It is natural to turn to people close to you for help when you need it and to want to help others. However, sometimes unclear communication or misunderstandings can cause strain on your relationships and unnecessary financial hardship
Informal money arrangements among friends and family are very common. Research has shown that as many as one in five U.S. adults receive financial support from friends or family, and up to one in three U.S. adults provides support to others. During times of crisis, these support networks can provide timely help.
Discussing financial arrangements among friends and family can help reduce strain. It may feel awkward to have a frank conversation, but remember the goal is to come up with an arrangement that works for everyone involved. This will help prevent more difficult conversations later. Below are a series of questions that can help you work together to solve problems and maintain strong relationships.
Asking someone if you can borrow or share their resources
Before you approach your friend or family member with your need or request, take a short time to think through all of the information you need to share and what the results could be of your request. You should be ready to provide clear answers about your situation. This can help you have a better conversation – and potentially a better outcome for your finances and your relationship. Ask yourself:
- What exactly am I asking for?
- Do I have other ways to meet those needs?
- How would my relationship to this person change if they agree – or if they turn me down?
- Do I have the ability to pay this person back?
Be realistic, and be honest with yourself, and the other person.
Has someone asked you for money or support?
Before you respond to a friend or relative who asks you to share or lend resources, pause to think it through first. Ask yourself the questions below, and then see if you need to clarify your understanding with the other person:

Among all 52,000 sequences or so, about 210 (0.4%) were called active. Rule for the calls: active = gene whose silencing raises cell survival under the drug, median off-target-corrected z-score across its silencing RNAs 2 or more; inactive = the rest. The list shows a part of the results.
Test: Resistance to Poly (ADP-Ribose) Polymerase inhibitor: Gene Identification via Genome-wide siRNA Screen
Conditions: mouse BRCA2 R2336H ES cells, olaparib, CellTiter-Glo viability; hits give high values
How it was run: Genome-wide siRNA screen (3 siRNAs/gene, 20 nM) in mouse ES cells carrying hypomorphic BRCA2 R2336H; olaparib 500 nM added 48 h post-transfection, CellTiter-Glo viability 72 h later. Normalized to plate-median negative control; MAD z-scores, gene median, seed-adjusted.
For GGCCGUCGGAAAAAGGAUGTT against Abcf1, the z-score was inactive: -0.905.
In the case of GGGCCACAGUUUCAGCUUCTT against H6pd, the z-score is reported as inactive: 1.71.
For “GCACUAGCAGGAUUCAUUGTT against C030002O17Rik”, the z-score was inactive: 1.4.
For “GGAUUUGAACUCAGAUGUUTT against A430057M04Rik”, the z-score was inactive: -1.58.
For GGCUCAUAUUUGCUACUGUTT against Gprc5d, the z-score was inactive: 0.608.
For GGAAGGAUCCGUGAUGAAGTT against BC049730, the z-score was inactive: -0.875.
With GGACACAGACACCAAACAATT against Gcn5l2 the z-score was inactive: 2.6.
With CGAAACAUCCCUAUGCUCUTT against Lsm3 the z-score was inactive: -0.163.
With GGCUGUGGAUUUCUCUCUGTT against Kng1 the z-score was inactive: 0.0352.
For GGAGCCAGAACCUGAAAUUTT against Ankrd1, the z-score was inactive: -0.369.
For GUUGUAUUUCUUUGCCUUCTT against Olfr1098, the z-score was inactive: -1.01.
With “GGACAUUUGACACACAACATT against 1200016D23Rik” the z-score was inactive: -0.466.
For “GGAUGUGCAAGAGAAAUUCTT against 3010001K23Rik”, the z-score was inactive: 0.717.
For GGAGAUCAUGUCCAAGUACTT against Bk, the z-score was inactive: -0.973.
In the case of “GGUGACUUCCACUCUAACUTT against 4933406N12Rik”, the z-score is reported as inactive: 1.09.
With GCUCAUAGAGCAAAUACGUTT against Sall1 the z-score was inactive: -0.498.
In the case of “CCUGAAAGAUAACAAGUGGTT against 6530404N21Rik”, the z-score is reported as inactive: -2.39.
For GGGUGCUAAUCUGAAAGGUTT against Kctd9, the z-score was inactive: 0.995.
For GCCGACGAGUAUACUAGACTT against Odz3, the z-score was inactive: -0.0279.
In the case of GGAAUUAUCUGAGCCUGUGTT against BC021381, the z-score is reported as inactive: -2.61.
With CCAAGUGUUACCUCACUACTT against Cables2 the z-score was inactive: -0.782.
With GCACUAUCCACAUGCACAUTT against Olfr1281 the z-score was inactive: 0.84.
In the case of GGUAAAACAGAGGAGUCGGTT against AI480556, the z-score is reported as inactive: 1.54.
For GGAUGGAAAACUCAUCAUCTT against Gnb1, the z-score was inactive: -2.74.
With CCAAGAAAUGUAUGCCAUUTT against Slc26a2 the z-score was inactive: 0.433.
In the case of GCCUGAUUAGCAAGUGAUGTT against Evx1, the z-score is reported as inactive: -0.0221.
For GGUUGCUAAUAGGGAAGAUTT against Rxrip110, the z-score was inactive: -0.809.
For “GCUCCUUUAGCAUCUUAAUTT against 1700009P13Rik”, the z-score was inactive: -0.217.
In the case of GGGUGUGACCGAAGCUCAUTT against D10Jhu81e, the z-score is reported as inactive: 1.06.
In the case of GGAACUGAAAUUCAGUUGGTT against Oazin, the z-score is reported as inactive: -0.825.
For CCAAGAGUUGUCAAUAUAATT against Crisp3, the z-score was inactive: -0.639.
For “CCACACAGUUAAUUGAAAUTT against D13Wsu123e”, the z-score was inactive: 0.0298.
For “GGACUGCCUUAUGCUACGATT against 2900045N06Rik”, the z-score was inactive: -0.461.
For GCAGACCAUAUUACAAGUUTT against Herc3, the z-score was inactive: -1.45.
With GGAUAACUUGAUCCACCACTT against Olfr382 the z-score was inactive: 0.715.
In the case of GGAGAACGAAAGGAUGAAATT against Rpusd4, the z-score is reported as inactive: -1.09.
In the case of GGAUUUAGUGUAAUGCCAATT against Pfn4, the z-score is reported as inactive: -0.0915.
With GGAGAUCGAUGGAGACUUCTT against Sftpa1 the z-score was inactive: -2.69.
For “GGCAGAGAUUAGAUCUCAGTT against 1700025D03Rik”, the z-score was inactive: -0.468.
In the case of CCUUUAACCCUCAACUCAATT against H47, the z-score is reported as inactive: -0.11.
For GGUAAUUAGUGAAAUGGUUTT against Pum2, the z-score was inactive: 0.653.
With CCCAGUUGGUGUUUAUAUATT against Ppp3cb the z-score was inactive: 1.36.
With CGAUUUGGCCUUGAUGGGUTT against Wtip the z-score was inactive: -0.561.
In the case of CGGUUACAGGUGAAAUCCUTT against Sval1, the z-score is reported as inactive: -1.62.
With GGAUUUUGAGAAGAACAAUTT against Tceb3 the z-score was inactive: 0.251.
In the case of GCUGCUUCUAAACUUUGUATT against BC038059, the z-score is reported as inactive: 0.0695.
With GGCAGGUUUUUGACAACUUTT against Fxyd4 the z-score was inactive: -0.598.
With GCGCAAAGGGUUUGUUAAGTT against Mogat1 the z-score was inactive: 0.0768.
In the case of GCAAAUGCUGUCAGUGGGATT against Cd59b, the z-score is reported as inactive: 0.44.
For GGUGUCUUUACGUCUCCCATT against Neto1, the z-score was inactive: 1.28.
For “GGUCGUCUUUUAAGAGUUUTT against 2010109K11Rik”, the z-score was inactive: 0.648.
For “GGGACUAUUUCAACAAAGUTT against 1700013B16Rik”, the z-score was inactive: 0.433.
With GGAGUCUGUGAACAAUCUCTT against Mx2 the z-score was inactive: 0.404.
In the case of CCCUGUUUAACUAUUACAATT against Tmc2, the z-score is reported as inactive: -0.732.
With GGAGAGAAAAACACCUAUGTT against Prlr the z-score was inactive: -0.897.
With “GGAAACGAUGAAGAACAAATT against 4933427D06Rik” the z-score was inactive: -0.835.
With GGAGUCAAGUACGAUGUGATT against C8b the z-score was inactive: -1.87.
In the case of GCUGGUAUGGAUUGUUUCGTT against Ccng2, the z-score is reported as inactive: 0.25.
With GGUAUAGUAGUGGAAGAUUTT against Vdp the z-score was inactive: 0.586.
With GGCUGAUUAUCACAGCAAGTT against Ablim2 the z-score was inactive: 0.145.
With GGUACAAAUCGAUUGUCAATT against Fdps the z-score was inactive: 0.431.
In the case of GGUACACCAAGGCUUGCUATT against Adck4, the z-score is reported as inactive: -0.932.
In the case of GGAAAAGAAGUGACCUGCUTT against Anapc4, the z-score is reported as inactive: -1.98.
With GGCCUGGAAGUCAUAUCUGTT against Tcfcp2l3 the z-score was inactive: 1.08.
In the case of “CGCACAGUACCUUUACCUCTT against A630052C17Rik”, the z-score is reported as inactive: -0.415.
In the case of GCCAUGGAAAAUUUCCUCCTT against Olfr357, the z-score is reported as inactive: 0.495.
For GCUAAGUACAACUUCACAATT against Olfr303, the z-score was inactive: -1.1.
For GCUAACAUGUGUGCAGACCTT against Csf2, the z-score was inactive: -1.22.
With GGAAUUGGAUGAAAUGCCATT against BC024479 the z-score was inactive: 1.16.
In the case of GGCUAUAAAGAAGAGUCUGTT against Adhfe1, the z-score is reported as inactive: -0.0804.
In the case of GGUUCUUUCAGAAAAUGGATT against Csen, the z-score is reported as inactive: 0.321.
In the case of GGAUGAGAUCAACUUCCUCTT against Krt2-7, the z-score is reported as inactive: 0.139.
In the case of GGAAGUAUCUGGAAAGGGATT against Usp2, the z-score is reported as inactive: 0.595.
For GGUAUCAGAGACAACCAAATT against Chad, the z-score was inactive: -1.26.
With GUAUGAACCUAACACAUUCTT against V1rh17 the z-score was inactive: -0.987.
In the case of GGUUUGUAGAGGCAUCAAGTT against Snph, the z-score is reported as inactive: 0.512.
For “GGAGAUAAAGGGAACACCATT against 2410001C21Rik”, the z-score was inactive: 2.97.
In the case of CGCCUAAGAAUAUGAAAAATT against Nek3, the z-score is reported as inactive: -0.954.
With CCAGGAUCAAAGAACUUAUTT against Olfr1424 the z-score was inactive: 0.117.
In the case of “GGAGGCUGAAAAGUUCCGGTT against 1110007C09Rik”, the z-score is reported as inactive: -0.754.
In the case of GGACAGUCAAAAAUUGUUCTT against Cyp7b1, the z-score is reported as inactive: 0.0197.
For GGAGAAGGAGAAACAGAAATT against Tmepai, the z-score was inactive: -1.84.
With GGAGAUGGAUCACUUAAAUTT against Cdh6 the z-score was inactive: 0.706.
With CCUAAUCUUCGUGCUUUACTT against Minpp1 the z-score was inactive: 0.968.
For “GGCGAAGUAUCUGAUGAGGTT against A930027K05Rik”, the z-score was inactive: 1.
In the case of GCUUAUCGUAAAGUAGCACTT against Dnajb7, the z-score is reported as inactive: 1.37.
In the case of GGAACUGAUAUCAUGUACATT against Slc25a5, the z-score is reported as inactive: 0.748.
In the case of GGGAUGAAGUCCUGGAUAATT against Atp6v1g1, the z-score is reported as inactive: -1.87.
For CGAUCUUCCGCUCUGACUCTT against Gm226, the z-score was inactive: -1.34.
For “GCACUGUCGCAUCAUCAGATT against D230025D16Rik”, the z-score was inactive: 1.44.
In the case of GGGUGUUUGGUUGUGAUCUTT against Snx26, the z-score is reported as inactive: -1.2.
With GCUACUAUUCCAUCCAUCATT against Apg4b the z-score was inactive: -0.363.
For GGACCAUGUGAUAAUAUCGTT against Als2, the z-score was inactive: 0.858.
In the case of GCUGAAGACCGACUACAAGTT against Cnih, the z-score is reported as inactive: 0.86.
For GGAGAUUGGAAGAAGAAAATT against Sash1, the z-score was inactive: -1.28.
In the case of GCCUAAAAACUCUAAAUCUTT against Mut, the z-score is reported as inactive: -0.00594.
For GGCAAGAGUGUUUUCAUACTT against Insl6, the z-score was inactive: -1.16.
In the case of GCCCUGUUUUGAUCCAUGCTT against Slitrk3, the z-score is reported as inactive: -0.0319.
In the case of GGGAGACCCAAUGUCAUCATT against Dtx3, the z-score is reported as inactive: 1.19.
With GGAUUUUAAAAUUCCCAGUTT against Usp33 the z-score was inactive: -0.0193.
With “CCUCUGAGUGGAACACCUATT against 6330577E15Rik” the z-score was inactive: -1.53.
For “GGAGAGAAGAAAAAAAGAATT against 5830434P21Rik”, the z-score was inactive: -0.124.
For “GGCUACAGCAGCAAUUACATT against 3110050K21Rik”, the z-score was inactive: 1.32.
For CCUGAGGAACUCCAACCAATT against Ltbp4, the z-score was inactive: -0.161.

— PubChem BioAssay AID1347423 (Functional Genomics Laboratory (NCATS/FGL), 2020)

- Am I being asked to give a gift that will not be paid back, or provide a loan that will be paid back?
- How could this affect my own money situation, in the short and long term?
- How would my relationship to this person change if I agree – or if I turn them down?
- If it is a loan, what happens if they don’t pay it back?
- If it is a loan, do I need it to be paid back with money, or are there other ways to be repaid – for example, can I accept other services like childcare, transportation, or something else in exchange?
Again, be realistic, and honest with yourself and the other person.
If you can, write out what everyone has agreed to and give everyone a copy to refer to later. Whether you write it down or not, your agreement should answer the following questions:
- Who is providing what (money, time, services, or something else) to whom?
- How much, how often, and for how long?
- Is this a one-time exchange, or happening on a regular basis?
- How and when will the lender be repaid?
- When will the arrangement be considered done?
- When or how often will you check in with each other?
- What happens if circumstances change?
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- Under what circumstances should you borrow from family members or friends?
- Ask students if they have borrowed or have lent money to family members or friends. If so, let them share their experiences.
- Do loans from family or friends complicate family relationships? Explain.
- Why should all loans to or from a family members be in writing and state the interest rate, if any, repayment schedule, and the final payment date.